Cash is coming for college athletes, but how much and when? Harris Pastides talks to CBS about the future

by Kent Sterling

NCAA D-1 Chair Harris Pastides is making more sense, but still not quite enough.

NCAA D-1 Chair Harris Pastides is making more sense, but still not quite enough.

College sports is the only business in America where no one in power sounds smart no matter how smart they are.

You have to be a pretty darn smart guy or woman to be the president of a university – even one in South Carolina – but when University of South Carolina president Harris Pastides shared his thoughts on the O’Bannon lawsuit with CBS Sports Jon Solomon, he went from being really smart to ridiculous in one misguided sentence.

Pastides is also the NCAA Division One Board chairmen, so when he talks, there is more behind his words than the ranting of a pedantic academic fascinated only controlling his own minor league fiefdom.

Most of what Pastides said regarding the idea that athletes deserve some measure of compensation beyond the pass through expense of a scholarship sounded downright progressive compared to many of his peers, but all that reasonable rhetoric went out the window late in the conversation.

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On whether the NCAA should appeal the decision in the O’Bannon suit to the U.S. Supreme Court if the 9th US Circuit Court of Appeals rejects its current litigation – “My hope would be that we’d get beyond this. You ask me if I’d like to see it appealed to the Supreme Court. I’m one member of the board. I’m eager to see us turn the page on that and start working within whatever framework we have to start working in.”

My hope that logic and reason were getting a foothold in the debate swung optimistically when reading that.

Pastides spoke to Solomon at the SEC Annual Meetings in Destin, Florida, where it was announced that conference schools would each receive a record $31.2 million from conference revenues derived largely from football and Men’s Basketball media deals.

He started to worry me with this quote about the state of relations with the student-athletes, “I know where money is involved it’s a contentious thing. But the NCAA can’t be seen as anti-player or anti-former player. We don’t want that.”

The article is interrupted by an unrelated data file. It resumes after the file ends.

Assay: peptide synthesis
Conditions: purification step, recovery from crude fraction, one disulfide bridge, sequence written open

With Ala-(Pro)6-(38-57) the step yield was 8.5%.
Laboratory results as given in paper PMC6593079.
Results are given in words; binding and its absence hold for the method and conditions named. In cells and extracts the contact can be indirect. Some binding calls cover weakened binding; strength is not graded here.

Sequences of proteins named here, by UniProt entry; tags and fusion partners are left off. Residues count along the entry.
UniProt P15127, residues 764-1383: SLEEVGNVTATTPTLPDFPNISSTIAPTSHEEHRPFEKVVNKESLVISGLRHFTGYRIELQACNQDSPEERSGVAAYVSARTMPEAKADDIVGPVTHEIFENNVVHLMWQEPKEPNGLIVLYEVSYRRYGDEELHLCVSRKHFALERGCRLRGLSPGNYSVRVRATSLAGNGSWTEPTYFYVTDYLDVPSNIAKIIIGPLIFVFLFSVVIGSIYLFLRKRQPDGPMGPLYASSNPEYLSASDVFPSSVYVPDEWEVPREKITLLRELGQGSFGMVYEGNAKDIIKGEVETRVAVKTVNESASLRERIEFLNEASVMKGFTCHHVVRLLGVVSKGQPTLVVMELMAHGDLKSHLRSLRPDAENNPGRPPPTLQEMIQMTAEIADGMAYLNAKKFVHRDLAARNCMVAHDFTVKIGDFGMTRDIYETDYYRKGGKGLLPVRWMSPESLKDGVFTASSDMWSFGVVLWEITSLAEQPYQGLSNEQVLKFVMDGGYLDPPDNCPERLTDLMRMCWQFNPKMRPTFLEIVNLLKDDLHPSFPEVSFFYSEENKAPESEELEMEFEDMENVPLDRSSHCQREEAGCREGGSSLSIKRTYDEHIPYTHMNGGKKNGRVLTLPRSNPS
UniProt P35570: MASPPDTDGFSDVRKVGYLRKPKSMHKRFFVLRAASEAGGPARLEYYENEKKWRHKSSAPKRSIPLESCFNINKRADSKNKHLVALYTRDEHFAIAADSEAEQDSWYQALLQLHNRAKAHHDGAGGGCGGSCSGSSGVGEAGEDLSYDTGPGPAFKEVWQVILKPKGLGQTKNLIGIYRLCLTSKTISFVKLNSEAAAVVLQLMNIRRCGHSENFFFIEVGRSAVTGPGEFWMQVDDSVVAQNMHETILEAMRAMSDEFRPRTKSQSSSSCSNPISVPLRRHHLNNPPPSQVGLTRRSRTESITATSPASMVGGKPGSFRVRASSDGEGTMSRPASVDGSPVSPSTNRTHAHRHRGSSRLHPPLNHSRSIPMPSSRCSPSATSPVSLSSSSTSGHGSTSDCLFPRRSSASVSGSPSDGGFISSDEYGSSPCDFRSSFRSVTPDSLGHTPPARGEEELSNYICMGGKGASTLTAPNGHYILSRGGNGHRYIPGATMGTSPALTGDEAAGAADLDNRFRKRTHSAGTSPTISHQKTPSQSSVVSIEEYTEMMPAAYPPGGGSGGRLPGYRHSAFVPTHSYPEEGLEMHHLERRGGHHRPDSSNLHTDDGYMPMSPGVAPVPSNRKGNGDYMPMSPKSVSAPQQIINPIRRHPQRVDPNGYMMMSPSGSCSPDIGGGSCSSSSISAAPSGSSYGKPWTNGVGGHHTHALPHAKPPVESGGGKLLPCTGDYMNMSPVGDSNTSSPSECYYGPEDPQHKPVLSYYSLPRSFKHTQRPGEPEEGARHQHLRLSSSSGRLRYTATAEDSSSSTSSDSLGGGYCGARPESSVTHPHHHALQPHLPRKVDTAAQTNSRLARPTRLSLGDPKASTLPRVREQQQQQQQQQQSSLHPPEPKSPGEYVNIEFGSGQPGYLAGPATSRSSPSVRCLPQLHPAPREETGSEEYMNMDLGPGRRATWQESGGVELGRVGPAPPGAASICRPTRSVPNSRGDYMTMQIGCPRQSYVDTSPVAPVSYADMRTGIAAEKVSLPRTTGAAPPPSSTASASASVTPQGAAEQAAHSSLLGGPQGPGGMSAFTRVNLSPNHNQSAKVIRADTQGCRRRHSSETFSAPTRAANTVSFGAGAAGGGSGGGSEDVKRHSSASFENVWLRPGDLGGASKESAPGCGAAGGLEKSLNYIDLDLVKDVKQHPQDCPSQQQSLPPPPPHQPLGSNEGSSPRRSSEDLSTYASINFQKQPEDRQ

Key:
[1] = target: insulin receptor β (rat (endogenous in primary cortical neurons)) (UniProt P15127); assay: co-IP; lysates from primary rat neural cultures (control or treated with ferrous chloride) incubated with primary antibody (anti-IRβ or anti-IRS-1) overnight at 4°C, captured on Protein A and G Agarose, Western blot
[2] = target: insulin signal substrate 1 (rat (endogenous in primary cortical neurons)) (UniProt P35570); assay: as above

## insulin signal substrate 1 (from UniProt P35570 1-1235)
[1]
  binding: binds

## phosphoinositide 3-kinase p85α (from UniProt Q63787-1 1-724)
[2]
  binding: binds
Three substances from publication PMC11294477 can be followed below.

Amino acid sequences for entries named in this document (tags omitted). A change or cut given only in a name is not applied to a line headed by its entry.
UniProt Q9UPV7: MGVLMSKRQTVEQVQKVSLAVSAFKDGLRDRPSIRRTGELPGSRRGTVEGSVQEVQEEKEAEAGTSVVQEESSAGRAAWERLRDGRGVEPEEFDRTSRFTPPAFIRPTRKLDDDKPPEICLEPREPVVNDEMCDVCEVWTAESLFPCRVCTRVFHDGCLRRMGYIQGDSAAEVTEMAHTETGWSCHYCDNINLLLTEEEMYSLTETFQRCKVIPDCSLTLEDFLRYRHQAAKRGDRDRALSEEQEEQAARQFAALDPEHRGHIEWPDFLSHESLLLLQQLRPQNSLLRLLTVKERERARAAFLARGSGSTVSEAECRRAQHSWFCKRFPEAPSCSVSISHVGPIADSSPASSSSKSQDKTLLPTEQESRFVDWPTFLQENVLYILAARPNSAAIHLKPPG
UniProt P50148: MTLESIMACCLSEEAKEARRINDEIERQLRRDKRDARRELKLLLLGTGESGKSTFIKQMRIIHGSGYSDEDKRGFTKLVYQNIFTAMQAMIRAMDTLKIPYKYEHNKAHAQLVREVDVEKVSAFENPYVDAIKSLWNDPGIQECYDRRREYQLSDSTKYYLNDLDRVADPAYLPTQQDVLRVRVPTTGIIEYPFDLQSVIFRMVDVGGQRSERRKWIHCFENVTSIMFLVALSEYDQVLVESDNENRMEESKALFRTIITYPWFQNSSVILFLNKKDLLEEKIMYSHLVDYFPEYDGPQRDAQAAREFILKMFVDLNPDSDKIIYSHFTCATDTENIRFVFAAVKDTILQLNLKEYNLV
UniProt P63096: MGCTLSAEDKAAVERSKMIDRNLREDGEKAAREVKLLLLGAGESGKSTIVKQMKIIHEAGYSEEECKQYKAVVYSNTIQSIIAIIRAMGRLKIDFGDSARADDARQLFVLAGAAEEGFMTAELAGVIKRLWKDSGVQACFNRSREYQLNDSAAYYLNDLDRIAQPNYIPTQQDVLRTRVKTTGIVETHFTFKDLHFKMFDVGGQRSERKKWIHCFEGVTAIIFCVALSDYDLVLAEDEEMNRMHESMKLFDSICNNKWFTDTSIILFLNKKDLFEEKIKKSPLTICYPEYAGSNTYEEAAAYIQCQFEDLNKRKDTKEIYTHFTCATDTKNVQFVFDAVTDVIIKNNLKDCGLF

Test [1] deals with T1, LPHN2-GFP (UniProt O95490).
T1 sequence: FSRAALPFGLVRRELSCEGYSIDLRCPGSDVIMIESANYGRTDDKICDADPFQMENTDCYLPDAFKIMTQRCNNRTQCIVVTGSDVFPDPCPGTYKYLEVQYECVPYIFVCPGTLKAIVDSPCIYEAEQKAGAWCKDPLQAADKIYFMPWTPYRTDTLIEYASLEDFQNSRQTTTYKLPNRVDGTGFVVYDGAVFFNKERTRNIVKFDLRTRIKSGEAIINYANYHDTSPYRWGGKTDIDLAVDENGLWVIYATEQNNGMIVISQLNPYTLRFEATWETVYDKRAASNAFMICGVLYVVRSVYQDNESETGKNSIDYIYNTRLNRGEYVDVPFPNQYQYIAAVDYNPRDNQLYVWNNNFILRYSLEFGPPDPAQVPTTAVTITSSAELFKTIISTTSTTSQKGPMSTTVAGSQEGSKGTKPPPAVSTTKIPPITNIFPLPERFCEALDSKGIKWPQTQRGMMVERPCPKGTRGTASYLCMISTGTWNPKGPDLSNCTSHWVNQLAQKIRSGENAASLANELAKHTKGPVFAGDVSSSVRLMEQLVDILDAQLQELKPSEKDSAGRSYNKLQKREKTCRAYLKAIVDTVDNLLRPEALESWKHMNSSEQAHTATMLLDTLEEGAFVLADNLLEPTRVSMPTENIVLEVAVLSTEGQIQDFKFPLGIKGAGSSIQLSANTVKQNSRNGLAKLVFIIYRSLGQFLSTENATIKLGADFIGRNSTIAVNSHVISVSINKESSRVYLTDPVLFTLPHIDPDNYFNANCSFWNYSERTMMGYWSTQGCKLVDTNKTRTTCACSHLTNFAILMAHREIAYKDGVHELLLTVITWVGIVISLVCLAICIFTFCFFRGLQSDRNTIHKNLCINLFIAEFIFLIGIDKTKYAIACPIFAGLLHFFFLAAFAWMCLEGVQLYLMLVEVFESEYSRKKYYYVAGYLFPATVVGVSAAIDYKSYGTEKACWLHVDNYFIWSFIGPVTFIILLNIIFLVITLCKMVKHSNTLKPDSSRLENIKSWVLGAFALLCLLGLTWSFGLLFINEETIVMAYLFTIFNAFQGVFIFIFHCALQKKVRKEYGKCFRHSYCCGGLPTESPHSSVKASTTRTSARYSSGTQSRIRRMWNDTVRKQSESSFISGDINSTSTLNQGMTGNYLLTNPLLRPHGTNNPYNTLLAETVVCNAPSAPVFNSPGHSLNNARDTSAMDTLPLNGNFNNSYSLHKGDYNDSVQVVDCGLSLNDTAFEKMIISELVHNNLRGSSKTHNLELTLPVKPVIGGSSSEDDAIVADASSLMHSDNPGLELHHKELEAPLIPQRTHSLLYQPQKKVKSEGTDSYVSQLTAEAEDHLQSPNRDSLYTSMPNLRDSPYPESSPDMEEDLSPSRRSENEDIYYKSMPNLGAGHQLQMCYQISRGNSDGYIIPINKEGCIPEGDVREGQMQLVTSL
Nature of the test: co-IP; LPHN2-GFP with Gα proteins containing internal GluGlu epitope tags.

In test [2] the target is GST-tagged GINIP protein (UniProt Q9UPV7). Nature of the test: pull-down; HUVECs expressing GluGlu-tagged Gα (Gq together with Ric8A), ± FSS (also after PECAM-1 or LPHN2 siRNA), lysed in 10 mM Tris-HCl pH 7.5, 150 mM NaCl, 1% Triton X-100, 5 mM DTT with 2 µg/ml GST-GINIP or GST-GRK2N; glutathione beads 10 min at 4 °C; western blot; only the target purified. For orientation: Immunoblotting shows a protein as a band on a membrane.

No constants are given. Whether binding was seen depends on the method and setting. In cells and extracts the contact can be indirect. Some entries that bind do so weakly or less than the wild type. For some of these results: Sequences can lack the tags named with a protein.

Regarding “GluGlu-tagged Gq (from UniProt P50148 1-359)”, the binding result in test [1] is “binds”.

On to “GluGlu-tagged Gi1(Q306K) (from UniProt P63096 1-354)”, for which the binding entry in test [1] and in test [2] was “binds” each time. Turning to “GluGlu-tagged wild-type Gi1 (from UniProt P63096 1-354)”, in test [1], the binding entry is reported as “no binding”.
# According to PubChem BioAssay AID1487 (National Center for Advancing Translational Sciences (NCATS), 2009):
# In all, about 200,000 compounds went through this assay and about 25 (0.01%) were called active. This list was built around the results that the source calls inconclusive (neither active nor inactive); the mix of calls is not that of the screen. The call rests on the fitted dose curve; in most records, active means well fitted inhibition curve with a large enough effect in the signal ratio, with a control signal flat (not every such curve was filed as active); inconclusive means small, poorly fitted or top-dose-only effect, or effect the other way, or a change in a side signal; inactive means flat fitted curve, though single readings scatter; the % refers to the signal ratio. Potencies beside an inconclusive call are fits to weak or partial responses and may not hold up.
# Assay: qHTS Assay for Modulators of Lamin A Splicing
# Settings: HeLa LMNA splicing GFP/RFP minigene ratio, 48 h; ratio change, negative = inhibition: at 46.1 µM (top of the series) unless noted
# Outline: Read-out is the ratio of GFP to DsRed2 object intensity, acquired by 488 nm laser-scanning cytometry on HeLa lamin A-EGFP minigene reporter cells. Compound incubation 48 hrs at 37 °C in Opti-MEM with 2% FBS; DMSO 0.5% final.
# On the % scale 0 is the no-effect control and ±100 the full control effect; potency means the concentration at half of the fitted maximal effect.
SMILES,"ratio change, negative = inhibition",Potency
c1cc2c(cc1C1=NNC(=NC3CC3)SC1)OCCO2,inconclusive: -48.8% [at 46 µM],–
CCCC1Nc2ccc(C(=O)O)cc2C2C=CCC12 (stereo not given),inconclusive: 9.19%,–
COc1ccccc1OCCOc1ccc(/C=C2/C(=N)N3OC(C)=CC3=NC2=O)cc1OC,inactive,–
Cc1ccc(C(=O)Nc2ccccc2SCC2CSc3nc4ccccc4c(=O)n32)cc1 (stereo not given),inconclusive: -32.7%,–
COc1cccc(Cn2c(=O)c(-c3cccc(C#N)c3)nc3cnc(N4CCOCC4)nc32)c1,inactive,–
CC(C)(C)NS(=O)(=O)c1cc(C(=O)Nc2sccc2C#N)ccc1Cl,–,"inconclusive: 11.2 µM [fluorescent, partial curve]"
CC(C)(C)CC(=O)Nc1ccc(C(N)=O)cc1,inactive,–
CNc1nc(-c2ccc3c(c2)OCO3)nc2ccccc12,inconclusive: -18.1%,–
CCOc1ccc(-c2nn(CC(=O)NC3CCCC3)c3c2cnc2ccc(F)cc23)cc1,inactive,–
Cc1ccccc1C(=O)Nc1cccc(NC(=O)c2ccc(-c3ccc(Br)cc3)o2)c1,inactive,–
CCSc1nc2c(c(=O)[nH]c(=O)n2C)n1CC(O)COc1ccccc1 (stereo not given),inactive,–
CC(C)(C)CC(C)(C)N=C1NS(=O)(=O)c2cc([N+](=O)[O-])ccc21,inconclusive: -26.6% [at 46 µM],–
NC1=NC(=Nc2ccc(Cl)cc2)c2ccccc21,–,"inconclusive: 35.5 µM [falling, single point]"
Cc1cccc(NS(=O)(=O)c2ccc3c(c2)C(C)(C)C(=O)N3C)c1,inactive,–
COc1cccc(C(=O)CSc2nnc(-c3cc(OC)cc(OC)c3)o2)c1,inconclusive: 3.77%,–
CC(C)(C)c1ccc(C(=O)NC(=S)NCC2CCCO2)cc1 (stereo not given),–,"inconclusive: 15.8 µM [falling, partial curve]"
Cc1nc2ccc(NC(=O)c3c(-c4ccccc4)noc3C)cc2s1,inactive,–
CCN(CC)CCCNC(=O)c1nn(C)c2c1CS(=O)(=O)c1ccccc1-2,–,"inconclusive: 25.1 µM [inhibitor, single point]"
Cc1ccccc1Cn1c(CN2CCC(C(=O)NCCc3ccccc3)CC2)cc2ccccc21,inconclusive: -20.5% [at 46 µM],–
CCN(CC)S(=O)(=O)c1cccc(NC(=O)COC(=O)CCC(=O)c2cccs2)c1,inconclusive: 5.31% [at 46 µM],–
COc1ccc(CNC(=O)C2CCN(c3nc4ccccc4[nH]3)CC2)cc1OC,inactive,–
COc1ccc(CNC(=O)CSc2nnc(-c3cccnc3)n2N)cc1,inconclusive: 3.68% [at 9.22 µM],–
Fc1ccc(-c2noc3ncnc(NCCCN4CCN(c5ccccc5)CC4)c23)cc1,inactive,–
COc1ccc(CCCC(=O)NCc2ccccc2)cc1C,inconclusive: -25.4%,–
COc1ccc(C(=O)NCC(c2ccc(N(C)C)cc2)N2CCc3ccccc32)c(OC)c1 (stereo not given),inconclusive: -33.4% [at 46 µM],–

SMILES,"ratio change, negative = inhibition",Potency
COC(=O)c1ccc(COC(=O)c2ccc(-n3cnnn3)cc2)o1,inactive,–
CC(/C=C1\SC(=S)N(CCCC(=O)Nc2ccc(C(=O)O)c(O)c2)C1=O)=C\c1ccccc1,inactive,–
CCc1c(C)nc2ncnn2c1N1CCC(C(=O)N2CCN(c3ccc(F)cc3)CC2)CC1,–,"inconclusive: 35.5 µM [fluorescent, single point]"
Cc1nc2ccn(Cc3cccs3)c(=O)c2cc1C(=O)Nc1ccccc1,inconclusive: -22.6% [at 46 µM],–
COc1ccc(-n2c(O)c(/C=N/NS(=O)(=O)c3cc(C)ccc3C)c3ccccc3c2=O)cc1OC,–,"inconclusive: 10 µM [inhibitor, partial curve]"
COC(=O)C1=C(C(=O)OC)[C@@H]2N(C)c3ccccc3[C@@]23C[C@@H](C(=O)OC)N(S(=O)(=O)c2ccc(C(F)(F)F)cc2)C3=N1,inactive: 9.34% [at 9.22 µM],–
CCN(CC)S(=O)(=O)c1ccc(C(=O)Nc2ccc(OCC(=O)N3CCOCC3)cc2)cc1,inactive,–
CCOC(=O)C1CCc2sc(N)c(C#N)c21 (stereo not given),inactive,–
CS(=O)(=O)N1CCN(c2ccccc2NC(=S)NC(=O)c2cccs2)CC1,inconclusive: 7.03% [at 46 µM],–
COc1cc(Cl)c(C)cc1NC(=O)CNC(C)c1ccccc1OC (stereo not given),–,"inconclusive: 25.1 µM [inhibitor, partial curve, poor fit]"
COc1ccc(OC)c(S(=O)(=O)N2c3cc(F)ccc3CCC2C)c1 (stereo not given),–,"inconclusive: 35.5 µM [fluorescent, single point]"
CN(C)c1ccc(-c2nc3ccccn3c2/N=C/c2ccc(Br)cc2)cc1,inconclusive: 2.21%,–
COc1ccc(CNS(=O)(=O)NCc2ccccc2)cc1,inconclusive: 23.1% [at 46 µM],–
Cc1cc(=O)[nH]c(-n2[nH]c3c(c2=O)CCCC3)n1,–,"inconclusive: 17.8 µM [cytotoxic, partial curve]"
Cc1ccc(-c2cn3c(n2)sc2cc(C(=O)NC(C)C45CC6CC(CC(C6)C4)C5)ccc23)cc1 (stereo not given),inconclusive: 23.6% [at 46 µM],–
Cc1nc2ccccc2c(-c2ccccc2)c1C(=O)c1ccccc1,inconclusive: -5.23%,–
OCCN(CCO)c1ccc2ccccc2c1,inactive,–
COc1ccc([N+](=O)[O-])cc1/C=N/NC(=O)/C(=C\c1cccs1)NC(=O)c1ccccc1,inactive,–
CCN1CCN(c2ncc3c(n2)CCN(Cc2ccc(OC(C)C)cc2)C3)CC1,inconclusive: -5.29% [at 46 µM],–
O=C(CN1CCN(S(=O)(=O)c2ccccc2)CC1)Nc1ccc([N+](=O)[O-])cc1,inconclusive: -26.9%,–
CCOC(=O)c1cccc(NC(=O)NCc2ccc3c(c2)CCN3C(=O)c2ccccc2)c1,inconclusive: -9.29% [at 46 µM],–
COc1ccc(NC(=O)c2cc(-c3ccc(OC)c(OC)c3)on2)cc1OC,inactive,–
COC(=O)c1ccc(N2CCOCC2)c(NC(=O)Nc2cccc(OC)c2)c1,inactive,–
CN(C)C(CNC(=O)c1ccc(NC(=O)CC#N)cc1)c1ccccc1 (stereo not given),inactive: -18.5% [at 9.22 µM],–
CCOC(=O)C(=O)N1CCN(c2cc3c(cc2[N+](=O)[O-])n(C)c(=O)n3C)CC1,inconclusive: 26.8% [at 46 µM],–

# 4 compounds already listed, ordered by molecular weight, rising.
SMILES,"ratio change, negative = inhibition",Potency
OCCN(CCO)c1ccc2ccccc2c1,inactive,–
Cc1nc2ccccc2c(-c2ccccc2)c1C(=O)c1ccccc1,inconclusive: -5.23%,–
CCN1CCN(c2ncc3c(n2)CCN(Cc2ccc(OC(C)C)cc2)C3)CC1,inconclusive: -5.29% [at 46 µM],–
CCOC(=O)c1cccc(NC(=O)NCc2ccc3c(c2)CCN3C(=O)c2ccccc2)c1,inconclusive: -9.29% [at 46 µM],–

That sentence defines the battle as one of branding.  It’s about what is seen, rather than what is.

It’s one thing to worry about image, and another entirely to worry about failing to act with regard to the principles of logic and business – the primary fundamental being that value is what generates worth – and thus payment.  This is the primary cause of the disconnect between athletes and institutions (universities, conferences, and the NCAA itself) that purport to represent them.  There are a lot of guys in expensive suits suckling vigorously at the teat of big money college athletics while the athletes providing the product are blocked from the spigot.

The battle for college administrators is one of branding.  They need to allow the envelope to be pushed far enough by the athletes that they and the public don’t see coaches and administrators as pimps or plantation owners employing cheap labor to feather their own luxuriously appointed nests.

Here is where Pastides lost me entirely, “We also at the NCAA care deeply about the players whose names aren’t on the jersey being bought. I’m one of those people who was strongly in favor of cost of attendance sharing more money with the players to help college become more affordable. … What I’m equally vehement in opposition is that we allow a small number of elite athletes to benefit egregiously because of their talent financially while they’re still college students.”

That means paying people to the level of their value is in Pastides mind an “egregious” misallocation of the wealth those athletes generate.  He is saying that paying men’s golfers or track athletes a full cost of attendance stipend is the fiscal responsibility of the students whose names on the backs of jerseys generate a great deal of an athletic department’s wealth.

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Compensating athletes for the “egregious” level of wealth they provide coaches, administrators, and those who do business with universities is slow in coming, but the evolution of public rhetoric from a bureaucrat like Pastides shows a reasonability that was completely absent from these conversations a decade ago.

Value finds money – it is today in the form of under the table payments from boosters and agents to athletes at some schools – and it’s a welcome change for those sharing in the largesse to finally admit something needs to be done without the petulance represented by an appeal to the Supreme Court.

Bigger than the O’Bannon case will be the lawsuit being brought by Jeffrey Kessler that will change the whole construct anyway.  In the mean time, we can quietly applaud men like Pastides beginning to admit there is a hole in the economic morality (if there is such a thing) of college sports that can be quickly patched.

(Jon Solomon will appear on the Kent Sterling Show this afternoon on CBS Sports 1430 in Indianapolis to talk about his interview with Pastides.)

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